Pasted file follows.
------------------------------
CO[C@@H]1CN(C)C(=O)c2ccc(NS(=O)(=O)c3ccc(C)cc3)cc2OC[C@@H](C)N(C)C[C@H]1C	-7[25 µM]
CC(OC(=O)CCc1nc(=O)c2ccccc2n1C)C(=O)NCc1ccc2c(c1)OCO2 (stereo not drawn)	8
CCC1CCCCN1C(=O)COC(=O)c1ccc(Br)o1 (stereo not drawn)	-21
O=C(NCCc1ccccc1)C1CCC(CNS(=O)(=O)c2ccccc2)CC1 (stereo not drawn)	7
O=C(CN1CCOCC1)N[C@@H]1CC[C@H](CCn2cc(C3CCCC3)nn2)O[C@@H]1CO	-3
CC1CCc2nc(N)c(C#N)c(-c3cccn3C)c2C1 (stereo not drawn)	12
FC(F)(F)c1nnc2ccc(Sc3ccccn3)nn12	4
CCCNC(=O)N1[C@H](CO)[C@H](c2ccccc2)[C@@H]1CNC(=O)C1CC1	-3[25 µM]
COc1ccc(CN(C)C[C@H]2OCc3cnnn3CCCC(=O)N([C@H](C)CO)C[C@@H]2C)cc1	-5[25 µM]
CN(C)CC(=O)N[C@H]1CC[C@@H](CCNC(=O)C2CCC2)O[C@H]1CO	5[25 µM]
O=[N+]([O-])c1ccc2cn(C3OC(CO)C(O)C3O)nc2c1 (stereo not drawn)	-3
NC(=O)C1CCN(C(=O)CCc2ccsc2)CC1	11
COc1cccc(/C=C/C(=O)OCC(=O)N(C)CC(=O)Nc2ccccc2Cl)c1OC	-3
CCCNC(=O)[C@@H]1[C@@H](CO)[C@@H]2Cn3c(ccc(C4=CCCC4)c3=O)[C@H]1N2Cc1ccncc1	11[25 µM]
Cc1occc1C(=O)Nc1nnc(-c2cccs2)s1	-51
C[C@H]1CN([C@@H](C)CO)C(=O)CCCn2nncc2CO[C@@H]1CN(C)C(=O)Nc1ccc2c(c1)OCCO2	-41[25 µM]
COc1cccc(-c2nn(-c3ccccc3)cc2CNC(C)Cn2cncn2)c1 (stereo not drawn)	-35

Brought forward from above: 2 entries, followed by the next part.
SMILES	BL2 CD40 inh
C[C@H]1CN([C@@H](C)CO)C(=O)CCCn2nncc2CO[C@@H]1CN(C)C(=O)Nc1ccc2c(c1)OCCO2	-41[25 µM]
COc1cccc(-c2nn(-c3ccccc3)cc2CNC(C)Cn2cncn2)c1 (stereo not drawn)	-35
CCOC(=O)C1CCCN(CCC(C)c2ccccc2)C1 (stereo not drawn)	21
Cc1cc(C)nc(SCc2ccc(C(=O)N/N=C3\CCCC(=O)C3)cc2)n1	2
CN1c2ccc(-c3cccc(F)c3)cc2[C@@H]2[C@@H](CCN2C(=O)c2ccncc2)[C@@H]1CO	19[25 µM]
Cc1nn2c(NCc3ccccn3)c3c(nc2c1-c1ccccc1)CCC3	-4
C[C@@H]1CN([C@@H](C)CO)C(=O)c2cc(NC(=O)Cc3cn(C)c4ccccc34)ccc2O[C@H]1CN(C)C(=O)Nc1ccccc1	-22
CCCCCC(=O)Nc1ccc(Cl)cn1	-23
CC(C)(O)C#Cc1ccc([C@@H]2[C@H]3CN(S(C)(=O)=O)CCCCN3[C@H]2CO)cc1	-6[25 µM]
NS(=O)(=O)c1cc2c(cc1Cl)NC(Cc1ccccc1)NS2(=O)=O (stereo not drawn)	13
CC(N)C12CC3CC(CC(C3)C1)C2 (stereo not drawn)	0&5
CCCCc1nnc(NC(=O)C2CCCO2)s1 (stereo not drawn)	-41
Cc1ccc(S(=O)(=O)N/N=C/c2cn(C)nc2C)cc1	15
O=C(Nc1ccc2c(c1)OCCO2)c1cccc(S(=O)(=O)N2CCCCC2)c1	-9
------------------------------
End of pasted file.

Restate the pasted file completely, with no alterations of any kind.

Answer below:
CO[C@@H]1CN(C)C(=O)c2ccc(NS(=O)(=O)c3ccc(C)cc3)cc2OC[C@@H](C)N(C)C[C@H]1C	-7[25 µM]
CC(OC(=O)CCc1nc(=O)c2ccccc2n1C)C(=O)NCc1ccc2c(c1)OCO2 (stereo not drawn)	8
CCC1CCCCN1C(=O)COC(=O)c1ccc(Br)o1 (stereo not drawn)	-21
O=C(NCCc1ccccc1)C1CCC(CNS(=O)(=O)c2ccccc2)CC1 (stereo not drawn)	7
O=C(CN1CCOCC1)N[C@@H]1CC[C@H](CCn2cc(C3CCCC3)nn2)O[C@@H]1CO	-3
CC1CCc2nc(N)c(C#N)c(-c3cccn3C)c2C1 (stereo not drawn)	12
FC(F)(F)c1nnc2ccc(Sc3ccccn3)nn12	4
CCCNC(=O)N1[C@H](CO)[C@H](c2ccccc2)[C@@H]1CNC(=O)C1CC1	-3[25 µM]
COc1ccc(CN(C)C[C@H]2OCc3cnnn3CCCC(=O)N([C@H](C)CO)C[C@@H]2C)cc1	-5[25 µM]
CN(C)CC(=O)N[C@H]1CC[C@@H](CCNC(=O)C2CCC2)O[C@H]1CO	5[25 µM]
O=[N+]([O-])c1ccc2cn(C3OC(CO)C(O)C3O)nc2c1 (stereo not drawn)	-3
NC(=O)C1CCN(C(=O)CCc2ccsc2)CC1	11
COc1cccc(/C=C/C(=O)OCC(=O)N(C)CC(=O)Nc2ccccc2Cl)c1OC	-3
CCCNC(=O)[C@@H]1[C@@H](CO)[C@@H]2Cn3c(ccc(C4=CCCC4)c3=O)[C@H]1N2Cc1ccncc1	11[25 µM]
Cc1occc1C(=O)Nc1nnc(-c2cccs2)s1	-51
C[C@H]1CN([C@@H](C)CO)C(=O)CCCn2nncc2CO[C@@H]1CN(C)C(=O)Nc1ccc2c(c1)OCCO2	-41[25 µM]
COc1cccc(-c2nn(-c3ccccc3)cc2CNC(C)Cn2cncn2)c1 (stereo not drawn)	-35

Brought forward from above: 2 entries, followed by the next part.
SMILES	BL2 CD40 inh
C[C@H]1CN([C@@H](C)CO)C(=O)CCCn2nncc2CO[C@@H]1CN(C)C(=O)Nc1ccc2c(c1)OCCO2	-41[25 µM]
COc1cccc(-c2nn(-c3ccccc3)cc2CNC(C)Cn2cncn2)c1 (stereo not drawn)	-35
CCOC(=O)C1CCCN(CCC(C)c2ccccc2)C1 (stereo not drawn)	21
Cc1cc(C)nc(SCc2ccc(C(=O)N/N=C3\CCCC(=O)C3)cc2)n1	2
CN1c2ccc(-c3cccc(F)c3)cc2[C@@H]2[C@@H](CCN2C(=O)c2ccncc2)[C@@H]1CO	19[25 µM]
Cc1nn2c(NCc3ccccn3)c3c(nc2c1-c1ccccc1)CCC3	-4
C[C@@H]1CN([C@@H](C)CO)C(=O)c2cc(NC(=O)Cc3cn(C)c4ccccc34)ccc2O[C@H]1CN(C)C(=O)Nc1ccccc1	-22
CCCCCC(=O)Nc1ccc(Cl)cn1	-23
CC(C)(O)C#Cc1ccc([C@@H]2[C@H]3CN(S(C)(=O)=O)CCCCN3[C@H]2CO)cc1	-6[25 µM]
NS(=O)(=O)c1cc2c(cc1Cl)NC(Cc1ccccc1)NS2(=O)=O (stereo not drawn)	13
CC(N)C12CC3CC(CC(C3)C1)C2 (stereo not drawn)	0&5
CCCCc1nnc(NC(=O)C2CCCO2)s1 (stereo not drawn)	-41
Cc1ccc(S(=O)(=O)N/N=C/c2cn(C)nc2C)cc1	15
O=C(Nc1ccc2c(c1)OCCO2)c1cccc(S(=O)(=O)N2CCCCC2)c1	-9